Life used to be a lot simpler. When you were hungry or needed to buy some pens, you simply bought a sandwich at a deli or went to the stationery store. The notion that where you ate or bought pens might be a politically significant act didn’t cross your mind.
Unfortunately, that’s no longer the case.
Over at the Atlantic Monthly, Jonathan Merritt criticized those calling for a boycott of Chick-fil-A. After citing examples of Chick-fil-A’s service to communities and its dedication to its employees, Merritt asked, “In a nation that’s as divided as ours is, do we really want our commercial lives and our political lives to be so wholly intermeshed?”
In a better world, the answer might be “no.” In that better world, buying pens and eating lunch would be a politics-free experience. All that would matter is whether we’re getting value for our money.
Unfortunately, we’re stuck with the one we have. In this one, big corporations like Office Depot will embrace all sorts of fashionable and politically correct causes if they think it will help their stock price. They are asking us to patronize them because they “care” about the politically correct thing. This is why Office Depot publicly joined forces with Lady Gaga and her campaign for “empowerment.”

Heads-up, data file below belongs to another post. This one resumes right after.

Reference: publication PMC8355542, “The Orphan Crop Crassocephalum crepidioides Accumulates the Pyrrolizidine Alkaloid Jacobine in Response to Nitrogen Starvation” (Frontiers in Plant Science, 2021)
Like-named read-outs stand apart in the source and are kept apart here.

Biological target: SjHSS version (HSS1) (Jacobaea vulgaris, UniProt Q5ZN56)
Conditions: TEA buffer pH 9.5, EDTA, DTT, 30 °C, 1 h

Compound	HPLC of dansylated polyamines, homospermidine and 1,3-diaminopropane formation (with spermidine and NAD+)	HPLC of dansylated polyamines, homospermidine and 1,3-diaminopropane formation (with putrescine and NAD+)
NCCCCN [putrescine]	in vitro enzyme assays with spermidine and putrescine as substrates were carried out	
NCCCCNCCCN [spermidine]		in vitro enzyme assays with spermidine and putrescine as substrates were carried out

And this is why Kraft produced an Oreo cookie with rainbow-colored filling. Unfortunately, I’m not kidding.
In other words, they, not consumers, introduced politics into the equation, thus running the risk that people might object to the politics they were embracing.
Now, I’m not calling for a boycott of Office Depot. But there’s no reason why we shouldn’t take their “advocacy” into consideration when we need office supplies; is there?
And let’s be clear: The people who turn buying pens and eating Oreos into a politically-significant act have no ground to complain when a privately owned business like Chick-fil-A publicly proclaims that it is pro-family.
So the next time you’re hungry, by all means feel free to take into consideration Chick-fil-A’s commitment to the traditional family and giving back to the community. After all, it’s still a free country.
And some people say the ‘culture war’ is over, or should be. (Some would call for an end to Christian boycotts, for example.)
It’s just barely begun.
Let the games begin, in earnest! Red state vs. blue state; which corporations will win?
Vote with your dollars, folks – and shut down businesses that support causes you don’t agree with.
Then maybe, eventually, corporations will stop pandering to special interest groups, once they see it hurts their bottom line.
*Update: In all seriousness, I don’t know that public boycotts can work, because they tend to either establish counter-reactions, or don’t convince others to join in. But private actions, not publicized, could shut down a company if enough of their customers did it – unless they figured out in time why their sales were dropping… A buycott of companies standing for the good and right is probably a better idea; the success of the Chick-fil-A Appreciation Day on August 1 shows how well such can work.